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  • 1969 --- The 41st annual Academy Awards are broadcast live to a television audience in 37 nations. It was the first time the awards had been televised worldwide, as well as the first Oscar ceremony to be held in the Dorothy Chandler Pavilion of the Los Angeles Music Center. Adding to the momentous nature of the night was the first Oscar tie in a major acting category in more than three decades. “It’s a tie!” Ingrid Bergman exclaimed upon opening the Best Actress envelope. The award went to both Katharine Hepburn, for her turn as Eleanor of Aquitaine in The Lion in Winter, and Barbra Streisand, for her debut performance in Funny Girl.Reprising her role in the hit Broadway musical, Streisand earned raves for her portrayal of Fanny Brice, the quintessential “ugly duckling” who blossoms into a sophisticated and beautiful star. It was the 11th Oscar nomination for Hepburn, who had won Best Actress the previous year for Guess Who’s Coming to Dinner and had not been expected to repeat. She was a no-show at the April 14th ceremony, and an emotional Streisand stole the moment, cooing “Hello, gorgeous” (her opening line in Funny Girl) upon accepting her golden Oscar.
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  • 1975 --- The American airlift of Vietnamese orphans to the United States ends after 2,600 children are transported to America. The operation began disastrously on April 4 when an Air Force cargo jet crashed shortly after take-off from Tan Son Nhut airbase in Saigon. More than 138 of the passengers, mostly children, were killed. Operation Baby Lift was initiated to bring South Vietnamese orphans to the United States for adoption by American parents. Baby Lift lasted 10 days and was carried out during the final, desperate phase of the war, as North Vietnamese forces were closing in on Saigon. Although the first flight ended in tragedy, all other flights took place without incident, and Baby Lift aircraft ferried orphans across the Pacific until the mission concluded on April 14, only 16 days before the fall of Saigon and the end of the war.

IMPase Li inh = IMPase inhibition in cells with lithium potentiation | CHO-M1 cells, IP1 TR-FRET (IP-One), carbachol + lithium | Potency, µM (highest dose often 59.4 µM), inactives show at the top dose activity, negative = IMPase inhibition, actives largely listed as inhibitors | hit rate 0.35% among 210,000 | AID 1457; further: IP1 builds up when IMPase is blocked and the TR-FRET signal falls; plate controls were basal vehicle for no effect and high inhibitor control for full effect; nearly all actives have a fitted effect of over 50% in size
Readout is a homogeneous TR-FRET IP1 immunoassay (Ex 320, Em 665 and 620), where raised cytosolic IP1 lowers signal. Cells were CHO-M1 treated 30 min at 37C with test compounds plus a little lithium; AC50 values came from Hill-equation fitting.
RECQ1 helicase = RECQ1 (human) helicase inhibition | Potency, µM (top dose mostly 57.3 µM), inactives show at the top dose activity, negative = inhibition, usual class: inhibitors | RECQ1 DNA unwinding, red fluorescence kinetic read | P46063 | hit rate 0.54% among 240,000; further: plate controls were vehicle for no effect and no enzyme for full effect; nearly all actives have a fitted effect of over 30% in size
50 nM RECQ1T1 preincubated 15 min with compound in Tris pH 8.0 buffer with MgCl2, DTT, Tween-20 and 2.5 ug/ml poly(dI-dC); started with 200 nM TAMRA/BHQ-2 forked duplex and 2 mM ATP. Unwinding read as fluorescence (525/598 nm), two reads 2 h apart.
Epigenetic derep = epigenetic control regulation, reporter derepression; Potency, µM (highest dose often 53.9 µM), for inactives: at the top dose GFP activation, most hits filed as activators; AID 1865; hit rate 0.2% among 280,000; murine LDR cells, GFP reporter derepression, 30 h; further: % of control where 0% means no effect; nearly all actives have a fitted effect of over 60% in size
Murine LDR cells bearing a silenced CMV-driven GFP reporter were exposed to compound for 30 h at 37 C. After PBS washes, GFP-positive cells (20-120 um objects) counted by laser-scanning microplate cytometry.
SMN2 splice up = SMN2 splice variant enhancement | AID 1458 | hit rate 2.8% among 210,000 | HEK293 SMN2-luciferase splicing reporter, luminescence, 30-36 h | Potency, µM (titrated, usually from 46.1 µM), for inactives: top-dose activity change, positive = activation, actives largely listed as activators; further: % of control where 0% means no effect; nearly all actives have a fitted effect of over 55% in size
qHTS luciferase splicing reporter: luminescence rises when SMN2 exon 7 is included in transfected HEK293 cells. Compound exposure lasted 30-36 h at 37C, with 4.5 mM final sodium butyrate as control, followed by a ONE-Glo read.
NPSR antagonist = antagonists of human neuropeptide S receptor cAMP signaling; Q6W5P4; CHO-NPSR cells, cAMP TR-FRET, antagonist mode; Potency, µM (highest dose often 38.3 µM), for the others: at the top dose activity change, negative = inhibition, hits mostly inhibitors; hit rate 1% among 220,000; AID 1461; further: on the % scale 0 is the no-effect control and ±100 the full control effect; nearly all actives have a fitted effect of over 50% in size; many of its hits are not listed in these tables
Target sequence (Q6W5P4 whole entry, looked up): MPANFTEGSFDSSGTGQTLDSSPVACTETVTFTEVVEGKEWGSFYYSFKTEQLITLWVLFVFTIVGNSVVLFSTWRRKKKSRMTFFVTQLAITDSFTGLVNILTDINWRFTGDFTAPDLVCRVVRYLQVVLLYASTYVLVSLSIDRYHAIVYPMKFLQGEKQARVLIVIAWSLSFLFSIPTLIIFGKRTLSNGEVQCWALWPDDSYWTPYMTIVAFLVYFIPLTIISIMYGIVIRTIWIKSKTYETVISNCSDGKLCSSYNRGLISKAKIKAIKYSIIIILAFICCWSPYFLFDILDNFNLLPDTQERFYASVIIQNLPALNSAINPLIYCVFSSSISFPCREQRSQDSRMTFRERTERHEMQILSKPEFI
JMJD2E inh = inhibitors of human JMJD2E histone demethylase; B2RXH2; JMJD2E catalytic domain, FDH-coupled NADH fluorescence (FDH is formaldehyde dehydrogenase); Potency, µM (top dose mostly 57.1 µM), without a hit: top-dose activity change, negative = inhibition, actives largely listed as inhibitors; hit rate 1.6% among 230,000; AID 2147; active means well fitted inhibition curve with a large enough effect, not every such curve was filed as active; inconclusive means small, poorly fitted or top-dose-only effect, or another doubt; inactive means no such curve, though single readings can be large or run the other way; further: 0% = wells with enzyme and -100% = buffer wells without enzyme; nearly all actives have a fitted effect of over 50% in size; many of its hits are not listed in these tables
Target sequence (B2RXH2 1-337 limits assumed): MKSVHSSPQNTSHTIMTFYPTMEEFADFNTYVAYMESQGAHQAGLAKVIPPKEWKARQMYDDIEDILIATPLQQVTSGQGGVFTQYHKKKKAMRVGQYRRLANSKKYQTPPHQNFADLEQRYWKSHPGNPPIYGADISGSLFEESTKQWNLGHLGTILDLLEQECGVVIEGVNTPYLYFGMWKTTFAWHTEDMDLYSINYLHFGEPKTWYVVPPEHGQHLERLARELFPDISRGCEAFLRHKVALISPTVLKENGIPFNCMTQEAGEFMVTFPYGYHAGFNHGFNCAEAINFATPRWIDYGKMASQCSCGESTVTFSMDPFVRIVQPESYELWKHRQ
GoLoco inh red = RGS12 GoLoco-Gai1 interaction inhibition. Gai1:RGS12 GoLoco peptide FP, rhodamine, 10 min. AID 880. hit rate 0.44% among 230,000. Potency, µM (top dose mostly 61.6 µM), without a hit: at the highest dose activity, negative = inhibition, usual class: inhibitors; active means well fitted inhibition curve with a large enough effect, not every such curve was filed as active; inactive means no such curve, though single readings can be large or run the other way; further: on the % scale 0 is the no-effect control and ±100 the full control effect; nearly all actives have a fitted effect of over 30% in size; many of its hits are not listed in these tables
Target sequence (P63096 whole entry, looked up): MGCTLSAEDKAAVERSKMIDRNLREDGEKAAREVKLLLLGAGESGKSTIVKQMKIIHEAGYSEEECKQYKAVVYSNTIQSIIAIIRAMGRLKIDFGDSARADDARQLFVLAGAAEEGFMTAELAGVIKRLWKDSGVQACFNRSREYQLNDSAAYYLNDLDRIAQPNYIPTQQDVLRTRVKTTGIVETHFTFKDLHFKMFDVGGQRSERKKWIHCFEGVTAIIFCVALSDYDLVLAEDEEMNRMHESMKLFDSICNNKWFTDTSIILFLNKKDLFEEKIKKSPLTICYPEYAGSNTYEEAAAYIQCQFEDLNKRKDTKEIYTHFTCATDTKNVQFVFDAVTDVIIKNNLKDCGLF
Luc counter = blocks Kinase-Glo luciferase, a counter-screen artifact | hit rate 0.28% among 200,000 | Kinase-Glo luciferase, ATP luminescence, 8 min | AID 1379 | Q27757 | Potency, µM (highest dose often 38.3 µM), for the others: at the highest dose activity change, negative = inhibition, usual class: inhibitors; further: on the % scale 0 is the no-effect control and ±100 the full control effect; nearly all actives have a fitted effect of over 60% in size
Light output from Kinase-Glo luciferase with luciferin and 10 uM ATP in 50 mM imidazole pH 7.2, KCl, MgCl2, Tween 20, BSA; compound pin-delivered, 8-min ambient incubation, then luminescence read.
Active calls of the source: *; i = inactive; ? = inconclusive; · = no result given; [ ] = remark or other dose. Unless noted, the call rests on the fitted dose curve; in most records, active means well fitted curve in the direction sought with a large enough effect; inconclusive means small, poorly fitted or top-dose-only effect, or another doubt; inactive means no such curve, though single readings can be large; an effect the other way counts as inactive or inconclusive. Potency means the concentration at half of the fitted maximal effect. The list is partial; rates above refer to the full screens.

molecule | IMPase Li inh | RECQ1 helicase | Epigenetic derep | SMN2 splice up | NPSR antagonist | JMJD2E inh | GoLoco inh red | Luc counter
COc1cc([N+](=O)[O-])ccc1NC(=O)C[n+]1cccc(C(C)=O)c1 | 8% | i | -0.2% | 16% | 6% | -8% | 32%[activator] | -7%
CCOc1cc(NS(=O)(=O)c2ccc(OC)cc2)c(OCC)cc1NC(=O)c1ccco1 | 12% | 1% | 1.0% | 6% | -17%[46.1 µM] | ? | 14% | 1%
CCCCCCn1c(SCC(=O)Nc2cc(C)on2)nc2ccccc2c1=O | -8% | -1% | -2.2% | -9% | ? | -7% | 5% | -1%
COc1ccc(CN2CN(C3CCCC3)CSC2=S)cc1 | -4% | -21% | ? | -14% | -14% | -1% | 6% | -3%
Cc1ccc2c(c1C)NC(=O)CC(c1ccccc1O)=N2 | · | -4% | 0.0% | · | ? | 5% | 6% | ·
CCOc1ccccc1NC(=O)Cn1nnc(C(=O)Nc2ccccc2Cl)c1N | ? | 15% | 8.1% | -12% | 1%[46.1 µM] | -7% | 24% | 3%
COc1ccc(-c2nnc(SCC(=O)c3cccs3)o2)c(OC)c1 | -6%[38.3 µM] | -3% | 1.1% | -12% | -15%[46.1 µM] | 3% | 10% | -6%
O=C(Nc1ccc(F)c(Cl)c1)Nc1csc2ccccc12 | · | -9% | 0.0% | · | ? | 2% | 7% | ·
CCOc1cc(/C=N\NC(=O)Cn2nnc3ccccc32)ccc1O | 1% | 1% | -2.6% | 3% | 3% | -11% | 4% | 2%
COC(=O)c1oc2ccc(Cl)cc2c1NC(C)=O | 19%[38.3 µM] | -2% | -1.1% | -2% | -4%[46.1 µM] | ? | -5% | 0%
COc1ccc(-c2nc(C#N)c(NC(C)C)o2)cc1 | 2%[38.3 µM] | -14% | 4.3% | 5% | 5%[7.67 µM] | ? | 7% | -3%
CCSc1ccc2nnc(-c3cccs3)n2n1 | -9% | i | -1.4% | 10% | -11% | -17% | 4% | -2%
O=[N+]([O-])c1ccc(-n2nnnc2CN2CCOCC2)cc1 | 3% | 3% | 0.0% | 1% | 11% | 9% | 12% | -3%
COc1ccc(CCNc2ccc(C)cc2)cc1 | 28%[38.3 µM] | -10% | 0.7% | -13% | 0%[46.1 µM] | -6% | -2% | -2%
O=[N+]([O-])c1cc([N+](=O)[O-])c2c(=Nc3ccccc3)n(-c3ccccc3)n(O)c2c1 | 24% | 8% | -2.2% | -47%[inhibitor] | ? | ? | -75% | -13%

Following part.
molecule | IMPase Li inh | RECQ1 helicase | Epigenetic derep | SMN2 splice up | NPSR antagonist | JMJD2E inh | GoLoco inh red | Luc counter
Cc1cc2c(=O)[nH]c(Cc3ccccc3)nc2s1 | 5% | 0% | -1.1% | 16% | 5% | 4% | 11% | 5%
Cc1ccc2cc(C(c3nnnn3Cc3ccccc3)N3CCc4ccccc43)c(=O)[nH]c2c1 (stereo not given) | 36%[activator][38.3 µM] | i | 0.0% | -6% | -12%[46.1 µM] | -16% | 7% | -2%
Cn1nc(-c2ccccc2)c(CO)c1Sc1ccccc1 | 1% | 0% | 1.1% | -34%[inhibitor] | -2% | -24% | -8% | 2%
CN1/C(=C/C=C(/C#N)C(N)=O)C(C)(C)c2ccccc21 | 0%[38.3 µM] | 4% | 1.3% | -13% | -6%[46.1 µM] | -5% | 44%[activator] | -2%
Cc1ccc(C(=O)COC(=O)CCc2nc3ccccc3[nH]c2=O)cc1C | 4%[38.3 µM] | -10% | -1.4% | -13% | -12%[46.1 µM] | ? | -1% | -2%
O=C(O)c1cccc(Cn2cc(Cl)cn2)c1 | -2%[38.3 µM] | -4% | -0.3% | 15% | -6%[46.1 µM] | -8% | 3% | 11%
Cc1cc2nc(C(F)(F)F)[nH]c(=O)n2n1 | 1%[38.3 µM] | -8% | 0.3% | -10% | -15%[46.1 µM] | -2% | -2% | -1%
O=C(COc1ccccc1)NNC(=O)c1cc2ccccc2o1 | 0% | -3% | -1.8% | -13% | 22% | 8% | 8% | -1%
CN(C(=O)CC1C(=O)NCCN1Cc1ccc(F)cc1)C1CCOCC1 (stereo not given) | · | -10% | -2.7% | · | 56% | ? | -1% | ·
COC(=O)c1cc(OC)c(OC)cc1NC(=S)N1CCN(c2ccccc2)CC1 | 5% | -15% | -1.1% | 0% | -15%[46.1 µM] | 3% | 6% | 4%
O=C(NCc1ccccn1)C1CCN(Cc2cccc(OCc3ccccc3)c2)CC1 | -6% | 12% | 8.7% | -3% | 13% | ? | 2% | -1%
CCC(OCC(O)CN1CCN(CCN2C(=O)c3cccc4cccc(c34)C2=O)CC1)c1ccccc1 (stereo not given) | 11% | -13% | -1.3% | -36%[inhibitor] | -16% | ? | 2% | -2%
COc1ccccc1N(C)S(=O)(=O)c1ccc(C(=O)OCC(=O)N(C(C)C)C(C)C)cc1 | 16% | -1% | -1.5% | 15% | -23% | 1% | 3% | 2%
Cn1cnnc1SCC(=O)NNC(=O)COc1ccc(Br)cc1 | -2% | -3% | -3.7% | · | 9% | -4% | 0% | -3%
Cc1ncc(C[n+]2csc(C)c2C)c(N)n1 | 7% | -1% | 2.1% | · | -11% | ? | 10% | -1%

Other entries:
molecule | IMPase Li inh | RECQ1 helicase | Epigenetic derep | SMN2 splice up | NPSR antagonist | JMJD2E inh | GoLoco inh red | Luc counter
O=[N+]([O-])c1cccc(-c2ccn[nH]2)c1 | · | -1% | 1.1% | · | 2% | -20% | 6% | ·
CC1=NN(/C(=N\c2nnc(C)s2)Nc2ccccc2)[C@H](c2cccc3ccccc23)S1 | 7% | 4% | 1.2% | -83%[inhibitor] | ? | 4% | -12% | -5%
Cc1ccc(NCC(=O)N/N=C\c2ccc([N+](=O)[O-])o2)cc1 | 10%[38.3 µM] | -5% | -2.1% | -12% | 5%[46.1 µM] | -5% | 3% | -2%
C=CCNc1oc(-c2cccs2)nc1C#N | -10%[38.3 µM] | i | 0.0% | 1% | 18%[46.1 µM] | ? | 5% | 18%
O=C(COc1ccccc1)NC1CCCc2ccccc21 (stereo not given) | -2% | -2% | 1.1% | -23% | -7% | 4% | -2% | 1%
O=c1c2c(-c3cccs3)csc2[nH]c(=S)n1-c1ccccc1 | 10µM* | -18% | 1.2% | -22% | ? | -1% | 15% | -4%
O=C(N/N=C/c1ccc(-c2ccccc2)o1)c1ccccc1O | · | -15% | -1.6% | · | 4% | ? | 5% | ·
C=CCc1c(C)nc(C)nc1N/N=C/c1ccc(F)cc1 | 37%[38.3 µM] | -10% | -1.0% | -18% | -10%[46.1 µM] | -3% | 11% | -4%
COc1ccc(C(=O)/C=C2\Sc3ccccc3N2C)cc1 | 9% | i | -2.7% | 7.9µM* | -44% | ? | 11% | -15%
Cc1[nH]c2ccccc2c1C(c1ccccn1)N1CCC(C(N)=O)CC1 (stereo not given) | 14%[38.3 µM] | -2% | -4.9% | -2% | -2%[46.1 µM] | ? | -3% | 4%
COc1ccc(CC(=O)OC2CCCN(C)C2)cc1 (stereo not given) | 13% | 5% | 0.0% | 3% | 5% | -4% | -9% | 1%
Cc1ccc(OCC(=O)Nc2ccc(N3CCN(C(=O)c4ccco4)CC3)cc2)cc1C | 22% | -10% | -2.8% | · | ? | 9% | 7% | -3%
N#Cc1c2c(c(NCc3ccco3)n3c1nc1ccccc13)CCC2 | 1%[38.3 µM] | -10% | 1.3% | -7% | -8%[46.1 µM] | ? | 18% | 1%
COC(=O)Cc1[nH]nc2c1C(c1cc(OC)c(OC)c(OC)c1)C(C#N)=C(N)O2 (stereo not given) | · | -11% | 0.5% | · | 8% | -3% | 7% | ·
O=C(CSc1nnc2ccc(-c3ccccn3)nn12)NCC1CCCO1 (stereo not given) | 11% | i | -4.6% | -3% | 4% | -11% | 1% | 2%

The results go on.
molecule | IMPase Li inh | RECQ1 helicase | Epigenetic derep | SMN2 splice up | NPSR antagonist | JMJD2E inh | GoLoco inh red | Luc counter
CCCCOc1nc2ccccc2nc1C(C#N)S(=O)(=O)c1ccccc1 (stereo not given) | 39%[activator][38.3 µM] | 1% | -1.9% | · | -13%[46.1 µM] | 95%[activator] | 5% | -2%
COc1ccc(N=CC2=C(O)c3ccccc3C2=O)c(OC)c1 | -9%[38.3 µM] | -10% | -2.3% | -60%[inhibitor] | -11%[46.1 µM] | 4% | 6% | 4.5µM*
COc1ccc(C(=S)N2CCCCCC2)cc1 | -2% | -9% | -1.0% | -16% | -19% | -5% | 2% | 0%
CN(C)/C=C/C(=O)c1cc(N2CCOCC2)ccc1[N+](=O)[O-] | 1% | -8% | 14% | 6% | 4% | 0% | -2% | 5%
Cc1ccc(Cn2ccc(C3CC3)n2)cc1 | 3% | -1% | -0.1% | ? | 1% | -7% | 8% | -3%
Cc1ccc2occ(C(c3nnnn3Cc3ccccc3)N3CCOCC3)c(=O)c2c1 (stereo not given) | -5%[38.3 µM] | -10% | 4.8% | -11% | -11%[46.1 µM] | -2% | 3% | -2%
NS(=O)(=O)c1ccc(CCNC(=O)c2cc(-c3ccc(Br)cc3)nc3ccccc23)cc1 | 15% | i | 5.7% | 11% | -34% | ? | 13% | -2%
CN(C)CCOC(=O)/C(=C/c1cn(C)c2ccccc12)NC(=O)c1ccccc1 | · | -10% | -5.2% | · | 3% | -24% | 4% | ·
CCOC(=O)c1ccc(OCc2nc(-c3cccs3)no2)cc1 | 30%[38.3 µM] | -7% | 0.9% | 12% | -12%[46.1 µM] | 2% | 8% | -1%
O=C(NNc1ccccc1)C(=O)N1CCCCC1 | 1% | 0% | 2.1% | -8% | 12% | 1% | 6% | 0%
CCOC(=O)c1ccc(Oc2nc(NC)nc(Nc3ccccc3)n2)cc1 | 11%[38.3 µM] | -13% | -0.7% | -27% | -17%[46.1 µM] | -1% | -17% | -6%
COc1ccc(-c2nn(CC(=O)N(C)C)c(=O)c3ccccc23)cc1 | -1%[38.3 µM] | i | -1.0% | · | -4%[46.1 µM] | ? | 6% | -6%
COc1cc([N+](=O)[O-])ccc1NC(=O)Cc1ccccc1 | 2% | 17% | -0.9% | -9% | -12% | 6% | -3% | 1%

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  • 1986 --- The United States launches air strikes against Libya in retaliation for the Libyan sponsorship of terrorism against American troops and citizens. The raid, which began shortly before 7 p.m. EST (2 a.m., April 15 in Libya), involved more than 100 U.S. Air Force and Navy aircraft, and was over within an hour. Five military targets and “terrorism centers” were hit, including the headquarters of Libyan leader Muammar al-Qaddafi.
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  • 1988 --- Representatives of the USSR, Afghanistan, the United States, and Pakistan sign an agreement calling for the withdrawal of Soviet forces from Afghanistan. In exchange for an end to the disputed Soviet occupation, the United States agreed to end its arms support for the Afghan anti-Soviet factions, and Afghanistan and Pakistan agreed not to interfere in each other’s affairs.
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  • Birthdays
  • Loretta Lynn
  • Anne Sullivan
  • Francois Duvalier
  • Christian Huygens
  • John Gielgud
  • Rod Steiger
  • Julie Christie
  • Pete Rose
  • Sarah Michelle Gellar
  • DaBrat